Of course I want to reopen the whole issue of compensation. The problem is that my Government have drawn the Bill so closely and restricted the Long Title so badly that I have to resort to this device to try to talk to my friend, my noble friend, in the hope that they will depart from the policies of the predecessor government and bring about much more fairness to the people who are adversely affected by this Bill.

Of course, because there is a huge majority, he could while he is about it bring forward an amendment Bill so that we could have the same treatment for the people who suffered under the previous Act. Therefore, there is an enormous opportunity for my noble friend to do good for people who have been badly hurt by the previous government and now by my own Government.

I should like to press this amendment but it would be churlish to do so because everybody else has been kind enough to withdraw their amendments. They have done so in the hope and in order that my noble friend can examine what the amendment says and consider further what has been said in the debate. When the Bill comes to

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Report stage, it is hoped that the Minister will be much more receptive and will support some of the amendments. Indeed, if they are not properly drafted, perhaps he will bring forward his own amendments which we can all support and which will improve the Bill in the way I and other Members of the Committee have suggested in relation to other matters. I beg leave to withdraw the amendment.

Amendment, by leave, withdrawn.

[Amendments Nos. 9 and 10 not moved.]

The Earl of Lytton moved Amendment No. 11:

After Clause 2, insert the following new clause--

Compensation: payments

(" . In any case under this Act the Secretary of State shall--
(a) on notification in writing by any person surrendering weapons or ancillary equipment ranking for compensation, pay an amount equal to his estimate of the compensation payable on account of and without prejudice to the total amount of compensation agreed or determined; and
(b) make any such payment within 30 days of notification or other such period as is provided for by an order made by the Secretary of State by statutory instrument and approved by resolution of both Houses of Parliament.").

The noble Earl said: I shall be as brief as I can, given the hour. I apologise also to the Minister for the relatively late tabling of the amendment, which is a probing amendment. It deals with a quite narrow, technical point but I should explain that it arises through my fear that the compensation scheme under this Bill may prove more costly than has been thought hitherto.

That is partly because of my impression that the quantum of ancillary equipment which may rank for compensation is almost by definition not known and quantifiable. I have heard some rumours that whatever the cost, it may be the case that there are no additional funds to be put towards the costs of compensation under the Bill and that any additional costs may have to be met out of existing Home Office budgets. I hope that the Minister will be able to give me some reassurance about that because it worries me a great deal, and I shall explain why.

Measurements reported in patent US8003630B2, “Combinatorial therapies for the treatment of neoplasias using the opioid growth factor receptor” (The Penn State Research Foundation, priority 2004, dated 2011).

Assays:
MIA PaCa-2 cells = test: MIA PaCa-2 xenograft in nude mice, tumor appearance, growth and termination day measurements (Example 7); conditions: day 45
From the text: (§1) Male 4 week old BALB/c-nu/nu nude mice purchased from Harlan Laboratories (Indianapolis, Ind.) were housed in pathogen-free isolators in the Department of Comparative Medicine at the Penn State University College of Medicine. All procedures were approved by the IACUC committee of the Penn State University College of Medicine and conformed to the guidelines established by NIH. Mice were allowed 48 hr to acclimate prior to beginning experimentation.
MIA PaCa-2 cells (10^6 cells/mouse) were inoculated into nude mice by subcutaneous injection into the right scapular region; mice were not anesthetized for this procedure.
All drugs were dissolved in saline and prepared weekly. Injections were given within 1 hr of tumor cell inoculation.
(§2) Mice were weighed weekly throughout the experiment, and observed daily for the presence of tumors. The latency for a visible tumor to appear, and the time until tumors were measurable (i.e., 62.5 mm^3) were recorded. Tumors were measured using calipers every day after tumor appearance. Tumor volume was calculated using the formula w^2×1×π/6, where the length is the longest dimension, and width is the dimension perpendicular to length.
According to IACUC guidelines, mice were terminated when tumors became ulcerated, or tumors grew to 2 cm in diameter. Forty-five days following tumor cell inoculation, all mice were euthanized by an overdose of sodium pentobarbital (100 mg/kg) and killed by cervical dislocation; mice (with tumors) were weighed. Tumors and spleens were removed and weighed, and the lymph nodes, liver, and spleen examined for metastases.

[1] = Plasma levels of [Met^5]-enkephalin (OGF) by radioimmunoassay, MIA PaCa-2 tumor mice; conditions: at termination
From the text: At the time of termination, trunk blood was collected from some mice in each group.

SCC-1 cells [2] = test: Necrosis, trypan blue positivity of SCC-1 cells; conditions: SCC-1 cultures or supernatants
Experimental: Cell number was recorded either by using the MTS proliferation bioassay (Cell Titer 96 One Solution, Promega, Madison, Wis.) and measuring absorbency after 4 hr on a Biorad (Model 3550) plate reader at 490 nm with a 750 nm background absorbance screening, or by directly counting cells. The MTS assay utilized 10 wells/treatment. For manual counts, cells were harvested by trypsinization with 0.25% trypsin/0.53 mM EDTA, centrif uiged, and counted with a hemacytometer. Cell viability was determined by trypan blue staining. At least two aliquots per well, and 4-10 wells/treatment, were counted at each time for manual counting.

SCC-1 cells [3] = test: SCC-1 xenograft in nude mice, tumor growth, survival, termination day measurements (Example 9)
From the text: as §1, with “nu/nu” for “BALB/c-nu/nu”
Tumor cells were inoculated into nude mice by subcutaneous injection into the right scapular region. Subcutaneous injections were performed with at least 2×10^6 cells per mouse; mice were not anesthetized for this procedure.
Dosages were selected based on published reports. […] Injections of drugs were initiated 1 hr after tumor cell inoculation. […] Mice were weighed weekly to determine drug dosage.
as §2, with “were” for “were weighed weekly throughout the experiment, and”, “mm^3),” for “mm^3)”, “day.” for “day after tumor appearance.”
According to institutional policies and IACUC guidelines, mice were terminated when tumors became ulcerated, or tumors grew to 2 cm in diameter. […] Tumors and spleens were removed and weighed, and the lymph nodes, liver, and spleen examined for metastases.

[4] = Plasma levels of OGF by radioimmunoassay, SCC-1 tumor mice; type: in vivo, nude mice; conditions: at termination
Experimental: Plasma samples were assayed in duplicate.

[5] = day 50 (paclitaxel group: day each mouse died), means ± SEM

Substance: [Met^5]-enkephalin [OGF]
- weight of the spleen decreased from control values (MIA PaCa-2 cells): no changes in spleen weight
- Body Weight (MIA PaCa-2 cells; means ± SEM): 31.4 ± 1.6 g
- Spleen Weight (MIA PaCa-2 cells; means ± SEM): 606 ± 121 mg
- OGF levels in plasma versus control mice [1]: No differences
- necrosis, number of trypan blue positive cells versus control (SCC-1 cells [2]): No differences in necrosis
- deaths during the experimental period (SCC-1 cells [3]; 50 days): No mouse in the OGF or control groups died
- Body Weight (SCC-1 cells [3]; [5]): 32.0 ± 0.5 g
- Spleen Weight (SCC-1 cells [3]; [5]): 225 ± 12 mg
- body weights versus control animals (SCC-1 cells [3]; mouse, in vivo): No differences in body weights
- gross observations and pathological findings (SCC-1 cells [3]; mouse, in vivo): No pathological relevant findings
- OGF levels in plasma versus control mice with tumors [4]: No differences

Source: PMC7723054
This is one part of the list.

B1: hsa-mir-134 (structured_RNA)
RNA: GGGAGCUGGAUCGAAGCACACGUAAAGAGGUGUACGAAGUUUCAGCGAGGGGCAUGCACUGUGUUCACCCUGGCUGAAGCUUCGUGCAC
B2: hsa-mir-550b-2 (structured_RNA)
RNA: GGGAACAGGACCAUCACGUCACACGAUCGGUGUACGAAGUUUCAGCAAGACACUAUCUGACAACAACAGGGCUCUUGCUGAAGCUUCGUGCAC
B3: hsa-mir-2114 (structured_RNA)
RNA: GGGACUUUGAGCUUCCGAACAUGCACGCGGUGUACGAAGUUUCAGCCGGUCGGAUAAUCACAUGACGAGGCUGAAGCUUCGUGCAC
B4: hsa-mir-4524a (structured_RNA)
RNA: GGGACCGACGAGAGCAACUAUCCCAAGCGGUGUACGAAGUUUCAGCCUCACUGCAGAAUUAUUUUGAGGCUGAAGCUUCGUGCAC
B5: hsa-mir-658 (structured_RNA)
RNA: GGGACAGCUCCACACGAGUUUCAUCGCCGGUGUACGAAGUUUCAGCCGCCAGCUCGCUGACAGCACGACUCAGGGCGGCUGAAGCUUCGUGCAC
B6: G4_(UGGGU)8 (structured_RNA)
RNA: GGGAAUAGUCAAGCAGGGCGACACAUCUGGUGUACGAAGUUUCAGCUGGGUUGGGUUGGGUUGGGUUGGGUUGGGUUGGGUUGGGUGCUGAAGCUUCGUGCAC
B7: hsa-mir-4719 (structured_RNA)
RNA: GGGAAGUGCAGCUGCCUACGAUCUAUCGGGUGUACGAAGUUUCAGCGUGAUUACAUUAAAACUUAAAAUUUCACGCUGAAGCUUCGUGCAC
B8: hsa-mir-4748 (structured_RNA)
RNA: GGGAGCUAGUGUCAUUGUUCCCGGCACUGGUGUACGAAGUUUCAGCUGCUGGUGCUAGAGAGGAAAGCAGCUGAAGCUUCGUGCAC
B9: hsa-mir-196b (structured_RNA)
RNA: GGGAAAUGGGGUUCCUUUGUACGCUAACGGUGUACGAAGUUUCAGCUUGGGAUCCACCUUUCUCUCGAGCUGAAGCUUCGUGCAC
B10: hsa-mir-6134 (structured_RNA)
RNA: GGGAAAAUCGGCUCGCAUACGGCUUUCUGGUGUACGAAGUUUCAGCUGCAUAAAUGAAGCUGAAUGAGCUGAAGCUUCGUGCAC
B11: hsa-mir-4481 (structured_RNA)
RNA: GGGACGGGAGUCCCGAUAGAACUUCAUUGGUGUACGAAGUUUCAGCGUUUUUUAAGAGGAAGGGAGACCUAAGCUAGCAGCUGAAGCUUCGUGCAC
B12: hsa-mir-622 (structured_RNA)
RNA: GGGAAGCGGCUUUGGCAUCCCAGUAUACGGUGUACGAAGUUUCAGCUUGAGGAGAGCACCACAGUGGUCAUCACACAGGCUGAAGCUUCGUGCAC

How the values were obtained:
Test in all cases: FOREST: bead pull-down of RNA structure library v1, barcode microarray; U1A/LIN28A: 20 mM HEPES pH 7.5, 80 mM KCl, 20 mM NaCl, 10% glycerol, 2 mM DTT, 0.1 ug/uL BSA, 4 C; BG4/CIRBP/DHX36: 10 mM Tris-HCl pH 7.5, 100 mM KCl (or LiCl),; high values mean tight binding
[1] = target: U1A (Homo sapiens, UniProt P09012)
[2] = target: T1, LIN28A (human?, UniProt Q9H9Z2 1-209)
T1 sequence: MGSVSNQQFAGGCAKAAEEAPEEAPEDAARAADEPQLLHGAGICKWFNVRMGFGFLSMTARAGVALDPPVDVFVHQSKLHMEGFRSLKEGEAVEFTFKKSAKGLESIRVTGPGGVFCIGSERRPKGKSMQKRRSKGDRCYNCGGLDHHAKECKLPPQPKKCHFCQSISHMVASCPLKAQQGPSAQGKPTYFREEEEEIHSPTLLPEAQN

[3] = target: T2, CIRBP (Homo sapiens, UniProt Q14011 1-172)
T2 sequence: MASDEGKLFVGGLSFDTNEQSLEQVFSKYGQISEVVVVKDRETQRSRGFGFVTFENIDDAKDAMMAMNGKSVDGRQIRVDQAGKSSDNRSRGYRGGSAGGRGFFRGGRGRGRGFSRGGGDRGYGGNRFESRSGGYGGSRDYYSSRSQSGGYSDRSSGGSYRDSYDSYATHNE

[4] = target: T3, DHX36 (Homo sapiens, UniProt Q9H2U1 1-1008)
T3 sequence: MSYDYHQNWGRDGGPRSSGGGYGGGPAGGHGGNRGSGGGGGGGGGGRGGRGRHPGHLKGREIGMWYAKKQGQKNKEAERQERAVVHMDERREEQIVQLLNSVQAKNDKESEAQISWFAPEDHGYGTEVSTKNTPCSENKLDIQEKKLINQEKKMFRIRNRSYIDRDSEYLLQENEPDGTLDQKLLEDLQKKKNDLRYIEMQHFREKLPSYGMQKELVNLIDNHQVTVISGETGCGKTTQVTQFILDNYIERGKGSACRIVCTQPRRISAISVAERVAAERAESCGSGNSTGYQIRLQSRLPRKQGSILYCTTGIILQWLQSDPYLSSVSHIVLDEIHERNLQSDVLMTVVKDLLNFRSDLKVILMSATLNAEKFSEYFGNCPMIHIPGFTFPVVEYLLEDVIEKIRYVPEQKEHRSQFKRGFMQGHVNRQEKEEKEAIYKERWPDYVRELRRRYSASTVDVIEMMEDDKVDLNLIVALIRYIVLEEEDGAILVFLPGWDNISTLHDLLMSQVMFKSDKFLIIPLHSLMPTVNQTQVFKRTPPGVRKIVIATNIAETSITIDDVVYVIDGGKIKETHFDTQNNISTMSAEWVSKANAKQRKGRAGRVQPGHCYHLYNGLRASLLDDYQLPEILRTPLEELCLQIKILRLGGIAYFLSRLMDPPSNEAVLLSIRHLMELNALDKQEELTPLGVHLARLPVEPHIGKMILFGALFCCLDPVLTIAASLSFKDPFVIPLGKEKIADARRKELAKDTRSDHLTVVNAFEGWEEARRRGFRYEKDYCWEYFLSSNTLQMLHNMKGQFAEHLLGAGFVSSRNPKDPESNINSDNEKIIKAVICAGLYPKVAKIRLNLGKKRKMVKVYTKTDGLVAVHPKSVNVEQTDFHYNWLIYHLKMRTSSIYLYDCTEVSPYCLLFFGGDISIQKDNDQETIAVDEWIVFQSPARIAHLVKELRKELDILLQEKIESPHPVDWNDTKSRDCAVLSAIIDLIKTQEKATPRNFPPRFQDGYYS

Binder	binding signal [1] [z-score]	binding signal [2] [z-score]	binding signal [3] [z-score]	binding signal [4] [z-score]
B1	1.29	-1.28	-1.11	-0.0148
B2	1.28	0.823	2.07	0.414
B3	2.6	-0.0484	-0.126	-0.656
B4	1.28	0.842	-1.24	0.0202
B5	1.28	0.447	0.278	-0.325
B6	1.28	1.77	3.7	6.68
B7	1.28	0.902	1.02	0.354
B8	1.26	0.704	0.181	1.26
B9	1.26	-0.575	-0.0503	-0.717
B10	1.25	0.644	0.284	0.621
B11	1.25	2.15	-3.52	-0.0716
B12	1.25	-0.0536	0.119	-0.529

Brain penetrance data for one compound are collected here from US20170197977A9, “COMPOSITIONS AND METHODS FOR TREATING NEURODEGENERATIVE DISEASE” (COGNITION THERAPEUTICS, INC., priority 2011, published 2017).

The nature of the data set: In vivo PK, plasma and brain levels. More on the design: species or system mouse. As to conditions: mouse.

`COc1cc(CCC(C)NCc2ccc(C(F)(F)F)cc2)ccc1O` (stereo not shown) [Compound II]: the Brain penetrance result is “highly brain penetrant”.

It is my general observation that, whenever there is insufficient money around, a certain amount of creative administrative practice arises. The flaw in any process which requires money which is in short supply to be paid out is that there results a tendency to draw out the process of agreeing what is due to a recipient.

The effect of that is to delay the evil day when someone has to write out the cheque. I alluded to that in relation to Amendment No. 3, moved by the noble Baroness, Lady Blatch, when I said that I did not believe that that amendment went far enough. Of course, it is one thing to be paid when the compensation is agreed or within a certain period thereafter; it is another to have the whole thing snarled up because the matter is not agreed. Therefore, my amendment seeks to redress the potential for a certain amount of financial manipulation in that respect. I do not suggest that that will necessarily happen but I feel that it is a risk.

The effect of the amendment is to enable a person entitled to compensation to obtain in relatively short order a payment of that amount of the compensation

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which is not in dispute, leaving the balance to be dealt with and picked up later. There are parallels for that in the general law of compulsory purchase and compensation relating to acquisitions of land and property for public schemes where there is entitlement to a statutory advance payment without prejudice to any larger sum under discussion.

Therefore, I commend this relatively technical amendment to the Committee and look forward with interest to the Minister's reply.

7.45 p.m.

Baroness Blatch: The Minister will know that I am sympathetic to any way of speeding up and making more efficient the delivery of the system and also in relation to swift payment. The Minister has declared that he wishes to see payments made as speedily as possible. But I do not believe that the Minister appreciates properly the depth of anxiety and concern about this whole scheme, how it will work and how well it will be implemented. There are already discrepancies among police authorities as to how they are dealing with the shooting fraternity who will be subject to the measures in the previous Act and in this Bill.

Therefore, I believe that the Government should place something on the face of the Bill which reassures people that these matters will be dealt with efficiently and that timely payments will be made. People will be in need of this money and it is important that they should receive it as soon as possible. Therefore, I support the principle of including a provision of this kind in the Bill.